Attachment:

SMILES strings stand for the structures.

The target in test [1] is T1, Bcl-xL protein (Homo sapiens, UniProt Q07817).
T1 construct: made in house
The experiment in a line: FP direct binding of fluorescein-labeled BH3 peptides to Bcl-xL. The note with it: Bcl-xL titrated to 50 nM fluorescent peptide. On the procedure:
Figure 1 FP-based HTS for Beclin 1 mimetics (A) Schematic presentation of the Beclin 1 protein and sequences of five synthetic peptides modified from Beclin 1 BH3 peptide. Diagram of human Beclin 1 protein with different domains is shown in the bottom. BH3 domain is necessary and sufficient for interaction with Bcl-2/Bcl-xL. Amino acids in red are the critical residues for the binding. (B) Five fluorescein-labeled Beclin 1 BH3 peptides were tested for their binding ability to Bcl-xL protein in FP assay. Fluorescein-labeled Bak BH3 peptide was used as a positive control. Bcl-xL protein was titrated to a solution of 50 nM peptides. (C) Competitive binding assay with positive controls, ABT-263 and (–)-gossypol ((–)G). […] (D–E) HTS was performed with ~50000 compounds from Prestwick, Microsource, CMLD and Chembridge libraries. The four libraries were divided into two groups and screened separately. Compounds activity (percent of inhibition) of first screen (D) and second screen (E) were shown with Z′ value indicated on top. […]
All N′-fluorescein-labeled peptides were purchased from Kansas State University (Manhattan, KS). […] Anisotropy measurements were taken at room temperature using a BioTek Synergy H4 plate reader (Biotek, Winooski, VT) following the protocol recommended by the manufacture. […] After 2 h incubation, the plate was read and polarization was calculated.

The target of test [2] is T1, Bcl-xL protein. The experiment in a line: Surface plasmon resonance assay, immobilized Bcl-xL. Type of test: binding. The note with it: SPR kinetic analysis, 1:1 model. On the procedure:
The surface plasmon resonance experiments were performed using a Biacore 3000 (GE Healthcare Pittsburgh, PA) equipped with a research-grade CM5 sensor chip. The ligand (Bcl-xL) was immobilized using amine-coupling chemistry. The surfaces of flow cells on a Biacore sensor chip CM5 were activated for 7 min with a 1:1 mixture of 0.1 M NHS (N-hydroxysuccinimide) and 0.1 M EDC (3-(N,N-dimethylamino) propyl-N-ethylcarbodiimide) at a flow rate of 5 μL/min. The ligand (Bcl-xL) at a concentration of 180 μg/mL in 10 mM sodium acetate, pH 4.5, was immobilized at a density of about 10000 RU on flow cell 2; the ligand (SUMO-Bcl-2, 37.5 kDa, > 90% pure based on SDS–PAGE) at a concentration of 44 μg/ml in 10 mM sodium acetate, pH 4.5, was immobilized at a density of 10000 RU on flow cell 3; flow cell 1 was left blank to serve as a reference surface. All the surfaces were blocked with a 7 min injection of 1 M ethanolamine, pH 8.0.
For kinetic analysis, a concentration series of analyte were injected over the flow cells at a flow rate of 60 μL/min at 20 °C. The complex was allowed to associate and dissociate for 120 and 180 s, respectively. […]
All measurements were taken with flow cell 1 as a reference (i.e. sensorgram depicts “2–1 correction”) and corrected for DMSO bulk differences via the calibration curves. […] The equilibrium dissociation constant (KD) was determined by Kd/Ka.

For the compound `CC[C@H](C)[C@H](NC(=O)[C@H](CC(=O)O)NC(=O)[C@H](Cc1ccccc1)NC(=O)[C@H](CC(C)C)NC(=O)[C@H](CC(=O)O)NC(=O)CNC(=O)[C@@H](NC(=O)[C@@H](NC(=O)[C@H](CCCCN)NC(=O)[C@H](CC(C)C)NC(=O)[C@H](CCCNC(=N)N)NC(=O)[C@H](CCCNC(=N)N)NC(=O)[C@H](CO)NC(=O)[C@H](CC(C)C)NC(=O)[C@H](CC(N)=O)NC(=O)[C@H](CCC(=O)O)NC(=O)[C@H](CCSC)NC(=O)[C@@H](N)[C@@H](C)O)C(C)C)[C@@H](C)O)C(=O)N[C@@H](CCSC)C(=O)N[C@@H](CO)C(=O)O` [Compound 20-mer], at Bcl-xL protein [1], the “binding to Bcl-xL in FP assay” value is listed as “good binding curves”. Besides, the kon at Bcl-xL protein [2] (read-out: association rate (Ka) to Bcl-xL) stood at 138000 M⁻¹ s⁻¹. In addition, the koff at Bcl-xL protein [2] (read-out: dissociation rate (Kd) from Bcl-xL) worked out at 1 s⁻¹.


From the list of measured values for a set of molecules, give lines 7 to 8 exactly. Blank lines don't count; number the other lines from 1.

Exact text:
The target of test [2] is T1, Bcl-xL protein. The experiment in a line: Surface plasmon resonance assay, immobilized Bcl-xL. Type of test: binding. The note with it: SPR kinetic analysis, 1:1 model. On the procedure:
The surface plasmon resonance experiments were performed using a Biacore 3000 (GE Healthcare Pittsburgh, PA) equipped with a research-grade CM5 sensor chip. The ligand (Bcl-xL) was immobilized using amine-coupling chemistry. The surfaces of flow cells on a Biacore sensor chip CM5 were activated for 7 min with a 1:1 mixture of 0.1 M NHS (N-hydroxysuccinimide) and 0.1 M EDC (3-(N,N-dimethylamino) propyl-N-ethylcarbodiimide) at a flow rate of 5 μL/min. The ligand (Bcl-xL) at a concentration of 180 μg/mL in 10 mM sodium acetate, pH 4.5, was immobilized at a density of about 10000 RU on flow cell 2; the ligand (SUMO-Bcl-2, 37.5 kDa, > 90% pure based on SDS–PAGE) at a concentration of 44 μg/ml in 10 mM sodium acetate, pH 4.5, was immobilized at a density of 10000 RU on flow cell 3; flow cell 1 was left blank to serve as a reference surface. All the surfaces were blocked with a 7 min injection of 1 M ethanolamine, pH 8.0.